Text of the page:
all around us, there is no hiding from it. From the basics such as customer
information, names, addresses and contact details to the more complex monthly
accounts, customer orders and website data, it can all be used to shape your
business by identifying the best avenues to explore – ones that you might not
previously have considered before analysing your business data.
the data that your business has access to can also help to streamline your
business, its production and how every department operates. In production
departments, items such as machine time versus output, machine downtime versus
costs etcetera can be monitored, with the resulting data giving you a real
understanding as to whether your business is operating efficiently.
doesn’t necessarily have to be raw numbers either: it can be qualitative, which
can add just as much value to your business. Opinions and attitudes can be
analysed not only to develop your business internally, but also to provide
great insight into what your customers think of your services and products,
which you can then use to help train your staff and review your business’s
several software packages designed for garment decorators that allow you to
measure not only the basics, such as names and addresses, but also what
customers have bought, what items they’ve clicked, where they saw your business
advertised and so on.
obvious way to use this data is to keep in touch with your customers through
marketing campaigns. By having extra data at your fingertips about their clicks
and buying habits, you’ll be able to further tailor your campaigns, which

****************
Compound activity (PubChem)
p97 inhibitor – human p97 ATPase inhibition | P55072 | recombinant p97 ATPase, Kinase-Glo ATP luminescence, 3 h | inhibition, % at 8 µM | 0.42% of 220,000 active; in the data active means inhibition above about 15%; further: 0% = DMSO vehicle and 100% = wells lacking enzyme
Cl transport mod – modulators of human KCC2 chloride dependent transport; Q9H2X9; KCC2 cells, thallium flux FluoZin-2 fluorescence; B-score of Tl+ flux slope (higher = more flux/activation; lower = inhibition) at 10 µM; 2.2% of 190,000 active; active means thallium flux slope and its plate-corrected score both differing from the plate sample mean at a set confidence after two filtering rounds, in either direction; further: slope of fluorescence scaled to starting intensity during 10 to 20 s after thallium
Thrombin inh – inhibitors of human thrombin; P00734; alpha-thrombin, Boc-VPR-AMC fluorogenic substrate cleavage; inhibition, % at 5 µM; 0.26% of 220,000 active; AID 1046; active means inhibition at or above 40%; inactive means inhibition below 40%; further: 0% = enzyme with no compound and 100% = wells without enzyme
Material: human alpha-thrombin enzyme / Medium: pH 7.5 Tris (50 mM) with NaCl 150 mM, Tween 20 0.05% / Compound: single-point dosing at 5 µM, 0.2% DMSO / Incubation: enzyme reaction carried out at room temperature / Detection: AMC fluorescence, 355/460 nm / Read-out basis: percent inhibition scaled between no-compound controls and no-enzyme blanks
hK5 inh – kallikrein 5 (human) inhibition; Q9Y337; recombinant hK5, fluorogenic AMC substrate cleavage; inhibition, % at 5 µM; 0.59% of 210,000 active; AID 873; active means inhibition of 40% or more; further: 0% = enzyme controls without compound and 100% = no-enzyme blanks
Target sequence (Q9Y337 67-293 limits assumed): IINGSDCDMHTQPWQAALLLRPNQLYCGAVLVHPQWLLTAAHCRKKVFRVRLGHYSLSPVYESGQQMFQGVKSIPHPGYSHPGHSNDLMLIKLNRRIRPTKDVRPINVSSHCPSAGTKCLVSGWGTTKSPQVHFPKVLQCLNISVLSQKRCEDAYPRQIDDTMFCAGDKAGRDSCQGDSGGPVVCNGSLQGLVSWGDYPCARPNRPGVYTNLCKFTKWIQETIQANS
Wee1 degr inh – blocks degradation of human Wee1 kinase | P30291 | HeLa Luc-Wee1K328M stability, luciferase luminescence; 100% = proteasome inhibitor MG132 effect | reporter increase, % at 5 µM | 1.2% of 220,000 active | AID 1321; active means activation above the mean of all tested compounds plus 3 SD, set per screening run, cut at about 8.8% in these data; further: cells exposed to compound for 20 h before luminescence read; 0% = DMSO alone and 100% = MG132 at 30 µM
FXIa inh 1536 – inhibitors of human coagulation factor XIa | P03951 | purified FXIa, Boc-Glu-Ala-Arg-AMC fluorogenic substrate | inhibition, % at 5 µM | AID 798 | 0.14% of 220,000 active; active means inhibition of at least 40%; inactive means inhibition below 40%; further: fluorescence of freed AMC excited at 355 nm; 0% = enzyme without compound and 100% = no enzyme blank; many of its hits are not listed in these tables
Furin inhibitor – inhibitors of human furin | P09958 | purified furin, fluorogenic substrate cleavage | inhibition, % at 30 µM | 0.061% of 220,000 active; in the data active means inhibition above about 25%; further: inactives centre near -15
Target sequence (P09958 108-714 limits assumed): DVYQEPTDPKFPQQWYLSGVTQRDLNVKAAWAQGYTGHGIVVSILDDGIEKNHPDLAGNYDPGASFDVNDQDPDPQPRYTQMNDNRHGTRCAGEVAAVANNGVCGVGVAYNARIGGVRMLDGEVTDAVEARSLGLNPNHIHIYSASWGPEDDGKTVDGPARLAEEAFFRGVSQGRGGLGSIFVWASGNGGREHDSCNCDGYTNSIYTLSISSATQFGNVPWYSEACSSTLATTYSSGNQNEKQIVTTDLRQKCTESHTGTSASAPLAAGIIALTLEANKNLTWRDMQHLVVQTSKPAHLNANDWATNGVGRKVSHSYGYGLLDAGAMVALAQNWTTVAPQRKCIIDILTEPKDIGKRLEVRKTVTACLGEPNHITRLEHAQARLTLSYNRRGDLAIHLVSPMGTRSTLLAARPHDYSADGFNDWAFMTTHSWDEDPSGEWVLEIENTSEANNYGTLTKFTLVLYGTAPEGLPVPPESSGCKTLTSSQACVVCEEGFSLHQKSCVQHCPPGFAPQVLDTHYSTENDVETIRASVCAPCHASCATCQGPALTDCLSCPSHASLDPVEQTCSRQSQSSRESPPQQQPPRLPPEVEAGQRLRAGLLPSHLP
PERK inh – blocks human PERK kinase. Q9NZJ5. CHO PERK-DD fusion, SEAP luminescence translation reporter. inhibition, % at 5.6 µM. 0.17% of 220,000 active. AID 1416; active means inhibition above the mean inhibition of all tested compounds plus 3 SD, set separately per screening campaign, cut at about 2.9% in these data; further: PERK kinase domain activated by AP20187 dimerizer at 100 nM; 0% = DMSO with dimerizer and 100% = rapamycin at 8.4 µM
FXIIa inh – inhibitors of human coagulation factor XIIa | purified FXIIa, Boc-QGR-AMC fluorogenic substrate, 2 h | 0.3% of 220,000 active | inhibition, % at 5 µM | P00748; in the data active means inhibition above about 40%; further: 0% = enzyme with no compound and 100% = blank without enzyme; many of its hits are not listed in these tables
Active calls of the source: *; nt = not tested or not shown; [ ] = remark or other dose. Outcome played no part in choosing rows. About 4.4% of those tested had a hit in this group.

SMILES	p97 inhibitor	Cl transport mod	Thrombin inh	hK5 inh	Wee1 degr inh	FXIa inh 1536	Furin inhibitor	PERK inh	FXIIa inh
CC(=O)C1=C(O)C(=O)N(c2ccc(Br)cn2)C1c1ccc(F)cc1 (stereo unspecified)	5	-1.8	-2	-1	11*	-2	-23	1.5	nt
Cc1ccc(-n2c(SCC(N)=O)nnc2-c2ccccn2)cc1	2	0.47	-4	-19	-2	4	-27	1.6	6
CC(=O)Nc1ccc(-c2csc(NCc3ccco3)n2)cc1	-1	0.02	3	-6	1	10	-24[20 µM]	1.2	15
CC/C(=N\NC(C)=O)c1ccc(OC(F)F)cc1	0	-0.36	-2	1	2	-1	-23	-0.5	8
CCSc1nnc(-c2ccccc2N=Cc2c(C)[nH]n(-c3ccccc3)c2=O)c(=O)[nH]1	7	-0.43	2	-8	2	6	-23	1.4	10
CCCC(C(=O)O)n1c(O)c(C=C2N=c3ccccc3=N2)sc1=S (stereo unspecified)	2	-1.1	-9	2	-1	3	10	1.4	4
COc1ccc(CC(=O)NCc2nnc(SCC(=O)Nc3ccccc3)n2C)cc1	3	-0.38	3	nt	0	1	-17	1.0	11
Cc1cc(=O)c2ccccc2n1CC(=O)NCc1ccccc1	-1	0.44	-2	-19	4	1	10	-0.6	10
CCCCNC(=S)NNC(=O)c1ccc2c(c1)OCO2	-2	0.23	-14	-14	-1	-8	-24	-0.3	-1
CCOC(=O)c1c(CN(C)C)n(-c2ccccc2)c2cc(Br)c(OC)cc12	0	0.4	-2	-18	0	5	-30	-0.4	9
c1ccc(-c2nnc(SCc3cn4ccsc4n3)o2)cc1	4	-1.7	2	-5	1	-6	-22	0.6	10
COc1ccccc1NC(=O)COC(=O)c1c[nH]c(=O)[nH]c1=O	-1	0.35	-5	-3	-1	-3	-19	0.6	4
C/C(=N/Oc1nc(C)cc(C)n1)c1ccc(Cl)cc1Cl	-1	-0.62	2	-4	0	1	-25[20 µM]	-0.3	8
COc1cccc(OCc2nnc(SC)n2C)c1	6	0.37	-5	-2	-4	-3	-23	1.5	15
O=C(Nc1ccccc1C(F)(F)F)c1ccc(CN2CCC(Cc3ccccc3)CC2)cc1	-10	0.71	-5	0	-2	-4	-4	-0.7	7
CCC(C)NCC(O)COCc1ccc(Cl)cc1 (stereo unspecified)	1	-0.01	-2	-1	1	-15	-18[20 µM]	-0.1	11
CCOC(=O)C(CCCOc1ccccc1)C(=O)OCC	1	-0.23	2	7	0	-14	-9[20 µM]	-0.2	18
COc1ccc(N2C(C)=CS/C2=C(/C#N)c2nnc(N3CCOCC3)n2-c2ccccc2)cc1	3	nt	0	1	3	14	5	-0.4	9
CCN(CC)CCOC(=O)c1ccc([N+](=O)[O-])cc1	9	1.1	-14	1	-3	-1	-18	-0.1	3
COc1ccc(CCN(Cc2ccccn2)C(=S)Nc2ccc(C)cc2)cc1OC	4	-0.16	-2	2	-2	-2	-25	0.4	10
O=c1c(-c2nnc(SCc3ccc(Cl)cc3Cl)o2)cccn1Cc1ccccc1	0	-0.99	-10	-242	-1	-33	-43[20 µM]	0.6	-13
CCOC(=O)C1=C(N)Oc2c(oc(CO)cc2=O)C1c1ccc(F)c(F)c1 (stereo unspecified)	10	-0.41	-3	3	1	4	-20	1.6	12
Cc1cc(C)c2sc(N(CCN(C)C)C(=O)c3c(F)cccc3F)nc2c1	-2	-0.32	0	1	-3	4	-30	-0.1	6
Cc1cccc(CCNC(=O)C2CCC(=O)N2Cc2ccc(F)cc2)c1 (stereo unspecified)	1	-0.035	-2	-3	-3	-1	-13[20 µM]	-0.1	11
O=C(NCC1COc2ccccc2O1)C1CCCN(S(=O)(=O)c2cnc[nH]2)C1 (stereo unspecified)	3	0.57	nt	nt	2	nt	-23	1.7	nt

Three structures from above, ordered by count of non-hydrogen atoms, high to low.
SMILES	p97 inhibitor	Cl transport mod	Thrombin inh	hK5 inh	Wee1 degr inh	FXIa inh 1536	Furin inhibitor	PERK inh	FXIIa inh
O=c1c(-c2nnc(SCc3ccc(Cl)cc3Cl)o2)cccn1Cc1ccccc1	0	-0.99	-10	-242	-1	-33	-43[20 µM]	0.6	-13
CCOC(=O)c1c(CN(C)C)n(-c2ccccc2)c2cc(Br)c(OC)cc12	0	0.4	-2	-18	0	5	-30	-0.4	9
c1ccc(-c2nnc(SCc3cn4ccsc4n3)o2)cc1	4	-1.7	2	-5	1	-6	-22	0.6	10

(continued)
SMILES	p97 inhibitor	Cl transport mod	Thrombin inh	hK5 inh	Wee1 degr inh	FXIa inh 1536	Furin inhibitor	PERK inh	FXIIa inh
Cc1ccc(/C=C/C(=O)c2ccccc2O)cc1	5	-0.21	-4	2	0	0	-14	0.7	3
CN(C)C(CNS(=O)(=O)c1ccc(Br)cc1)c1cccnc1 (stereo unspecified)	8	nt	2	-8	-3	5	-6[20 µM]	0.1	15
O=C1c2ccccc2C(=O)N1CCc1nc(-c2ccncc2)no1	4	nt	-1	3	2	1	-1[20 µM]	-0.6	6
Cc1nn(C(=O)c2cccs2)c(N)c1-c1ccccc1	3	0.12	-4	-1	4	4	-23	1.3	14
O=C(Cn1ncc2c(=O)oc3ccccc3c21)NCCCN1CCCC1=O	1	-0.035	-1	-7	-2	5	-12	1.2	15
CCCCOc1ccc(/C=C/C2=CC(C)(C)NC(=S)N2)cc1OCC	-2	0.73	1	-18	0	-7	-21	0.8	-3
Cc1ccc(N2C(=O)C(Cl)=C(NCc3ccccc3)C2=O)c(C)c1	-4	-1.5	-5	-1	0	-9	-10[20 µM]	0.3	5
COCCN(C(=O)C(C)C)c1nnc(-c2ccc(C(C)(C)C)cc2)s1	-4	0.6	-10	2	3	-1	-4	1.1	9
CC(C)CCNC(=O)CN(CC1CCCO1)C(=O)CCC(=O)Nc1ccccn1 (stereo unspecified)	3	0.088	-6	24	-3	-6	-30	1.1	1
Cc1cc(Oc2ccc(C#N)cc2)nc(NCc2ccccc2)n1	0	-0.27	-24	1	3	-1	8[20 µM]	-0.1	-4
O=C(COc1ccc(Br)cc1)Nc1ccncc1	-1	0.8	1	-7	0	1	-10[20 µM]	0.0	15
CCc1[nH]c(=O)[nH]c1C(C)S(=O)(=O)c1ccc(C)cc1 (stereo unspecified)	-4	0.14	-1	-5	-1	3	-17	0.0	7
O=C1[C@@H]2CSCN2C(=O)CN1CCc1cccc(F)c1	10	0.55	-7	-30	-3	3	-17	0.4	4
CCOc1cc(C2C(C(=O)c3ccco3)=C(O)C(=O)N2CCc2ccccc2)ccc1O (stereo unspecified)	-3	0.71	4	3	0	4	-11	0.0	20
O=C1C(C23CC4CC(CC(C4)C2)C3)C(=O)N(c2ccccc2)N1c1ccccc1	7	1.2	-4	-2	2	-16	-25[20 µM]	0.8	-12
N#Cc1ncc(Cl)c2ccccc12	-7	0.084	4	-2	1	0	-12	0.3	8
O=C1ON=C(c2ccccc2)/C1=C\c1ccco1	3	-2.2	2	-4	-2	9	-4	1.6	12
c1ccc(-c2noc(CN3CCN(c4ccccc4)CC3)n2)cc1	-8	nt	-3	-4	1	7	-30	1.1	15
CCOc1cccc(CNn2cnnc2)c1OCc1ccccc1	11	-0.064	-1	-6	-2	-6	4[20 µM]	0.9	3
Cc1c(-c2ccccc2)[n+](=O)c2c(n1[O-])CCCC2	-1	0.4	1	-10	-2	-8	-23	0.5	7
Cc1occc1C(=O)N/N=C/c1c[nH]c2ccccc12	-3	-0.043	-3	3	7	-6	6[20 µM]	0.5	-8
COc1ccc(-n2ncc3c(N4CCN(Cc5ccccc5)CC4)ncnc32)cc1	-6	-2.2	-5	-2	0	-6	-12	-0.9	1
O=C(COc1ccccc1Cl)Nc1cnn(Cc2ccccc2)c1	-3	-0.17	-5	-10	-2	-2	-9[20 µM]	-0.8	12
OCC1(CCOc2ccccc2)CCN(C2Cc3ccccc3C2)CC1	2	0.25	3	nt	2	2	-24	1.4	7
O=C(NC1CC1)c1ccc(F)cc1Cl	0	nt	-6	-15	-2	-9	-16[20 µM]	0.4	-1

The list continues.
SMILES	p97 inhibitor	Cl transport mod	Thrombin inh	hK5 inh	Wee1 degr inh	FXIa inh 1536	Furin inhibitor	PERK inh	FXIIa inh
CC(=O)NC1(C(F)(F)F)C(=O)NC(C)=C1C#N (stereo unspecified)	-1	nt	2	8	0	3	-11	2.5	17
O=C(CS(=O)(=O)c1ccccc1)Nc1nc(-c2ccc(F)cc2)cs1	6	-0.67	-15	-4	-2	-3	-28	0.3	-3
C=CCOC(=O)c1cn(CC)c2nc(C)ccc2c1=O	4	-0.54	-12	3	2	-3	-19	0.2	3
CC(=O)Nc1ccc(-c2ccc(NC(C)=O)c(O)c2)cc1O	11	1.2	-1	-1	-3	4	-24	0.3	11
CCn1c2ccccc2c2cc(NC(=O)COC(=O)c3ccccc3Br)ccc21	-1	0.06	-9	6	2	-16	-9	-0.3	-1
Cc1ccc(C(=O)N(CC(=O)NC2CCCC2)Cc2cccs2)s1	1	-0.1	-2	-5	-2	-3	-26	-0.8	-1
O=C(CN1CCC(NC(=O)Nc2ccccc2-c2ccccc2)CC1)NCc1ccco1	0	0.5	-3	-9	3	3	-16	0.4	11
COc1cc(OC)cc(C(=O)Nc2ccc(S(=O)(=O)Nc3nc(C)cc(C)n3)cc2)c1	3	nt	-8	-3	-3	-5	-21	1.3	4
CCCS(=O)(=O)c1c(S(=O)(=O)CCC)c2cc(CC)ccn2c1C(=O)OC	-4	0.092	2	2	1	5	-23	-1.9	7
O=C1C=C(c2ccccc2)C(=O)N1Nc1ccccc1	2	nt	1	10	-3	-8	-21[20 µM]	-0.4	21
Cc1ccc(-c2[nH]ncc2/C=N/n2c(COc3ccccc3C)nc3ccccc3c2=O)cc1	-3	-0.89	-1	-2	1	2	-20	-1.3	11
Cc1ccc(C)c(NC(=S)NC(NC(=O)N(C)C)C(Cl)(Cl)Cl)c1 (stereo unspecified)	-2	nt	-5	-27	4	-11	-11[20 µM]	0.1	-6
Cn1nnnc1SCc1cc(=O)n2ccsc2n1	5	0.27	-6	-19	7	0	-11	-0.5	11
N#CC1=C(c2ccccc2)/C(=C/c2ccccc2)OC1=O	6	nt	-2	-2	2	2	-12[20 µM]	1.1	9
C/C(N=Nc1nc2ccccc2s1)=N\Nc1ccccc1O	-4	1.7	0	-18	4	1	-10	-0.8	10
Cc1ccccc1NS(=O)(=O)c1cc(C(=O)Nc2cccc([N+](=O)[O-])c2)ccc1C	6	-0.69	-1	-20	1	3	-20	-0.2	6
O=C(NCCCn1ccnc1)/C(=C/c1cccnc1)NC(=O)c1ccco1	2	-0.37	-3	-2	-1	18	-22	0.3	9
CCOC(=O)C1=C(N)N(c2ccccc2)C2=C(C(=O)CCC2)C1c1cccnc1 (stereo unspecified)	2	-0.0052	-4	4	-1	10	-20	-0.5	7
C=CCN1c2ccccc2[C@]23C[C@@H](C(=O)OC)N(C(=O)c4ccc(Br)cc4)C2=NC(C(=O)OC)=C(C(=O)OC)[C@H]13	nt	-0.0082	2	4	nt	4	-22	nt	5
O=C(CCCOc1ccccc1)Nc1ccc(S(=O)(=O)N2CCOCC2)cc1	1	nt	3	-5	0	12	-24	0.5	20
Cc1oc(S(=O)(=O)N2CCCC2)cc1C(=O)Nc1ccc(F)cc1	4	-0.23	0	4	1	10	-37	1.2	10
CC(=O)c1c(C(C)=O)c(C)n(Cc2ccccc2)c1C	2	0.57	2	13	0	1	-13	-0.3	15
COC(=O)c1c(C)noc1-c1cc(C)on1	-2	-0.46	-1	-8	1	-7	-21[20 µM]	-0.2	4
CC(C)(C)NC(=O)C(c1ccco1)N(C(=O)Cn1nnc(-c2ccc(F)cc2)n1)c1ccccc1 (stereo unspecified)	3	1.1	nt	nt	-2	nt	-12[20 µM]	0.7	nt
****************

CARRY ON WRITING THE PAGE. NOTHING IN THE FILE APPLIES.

should improve engagement rates (again, data collection here is invaluable –
want to know which one of two email subject lines will lead to a higher open
rate? Test one subject line on 20 customers then the other subject line on
another 20 customers. Whichever one scores the highest open rate can then be
used for the remaining mail out. Simple).
your website is functioning by looking beyond the visitor numbers: when are
customers visiting, what pages are they looking at, what ones are they
ignoring, where are they coming from, how long are they staying? All this can
be used to check your site is working for your business.
also take a close look at what’s happening on the purchasing side: when are
customers are ordering, what they are ordering and how frequently they are
ordering? Use the information to work out when best to hold promotions that
will get people visiting during the quiet times – plug the gaps and maximise
however, to play by the rules. There is a whole host of data guidelines and
regulations out there, with the obvious one being the data protection act.
give your customers all the options available for opting in/opting
out/unsubscribing, along with mentioning they may be contacted in the future
for marketing purposes. Most customers won’t mind you using their data to
contact them to promote your business or products, but playing by the rules
will protect your business.
One last thought
Managing your data is vital. First and foremost,
make sure all the data you’ve collected is secure. It also has to be accurate,
relevant and up to date to be of any significant value to your business –
ongoing data collection is an essential part of any business strategy.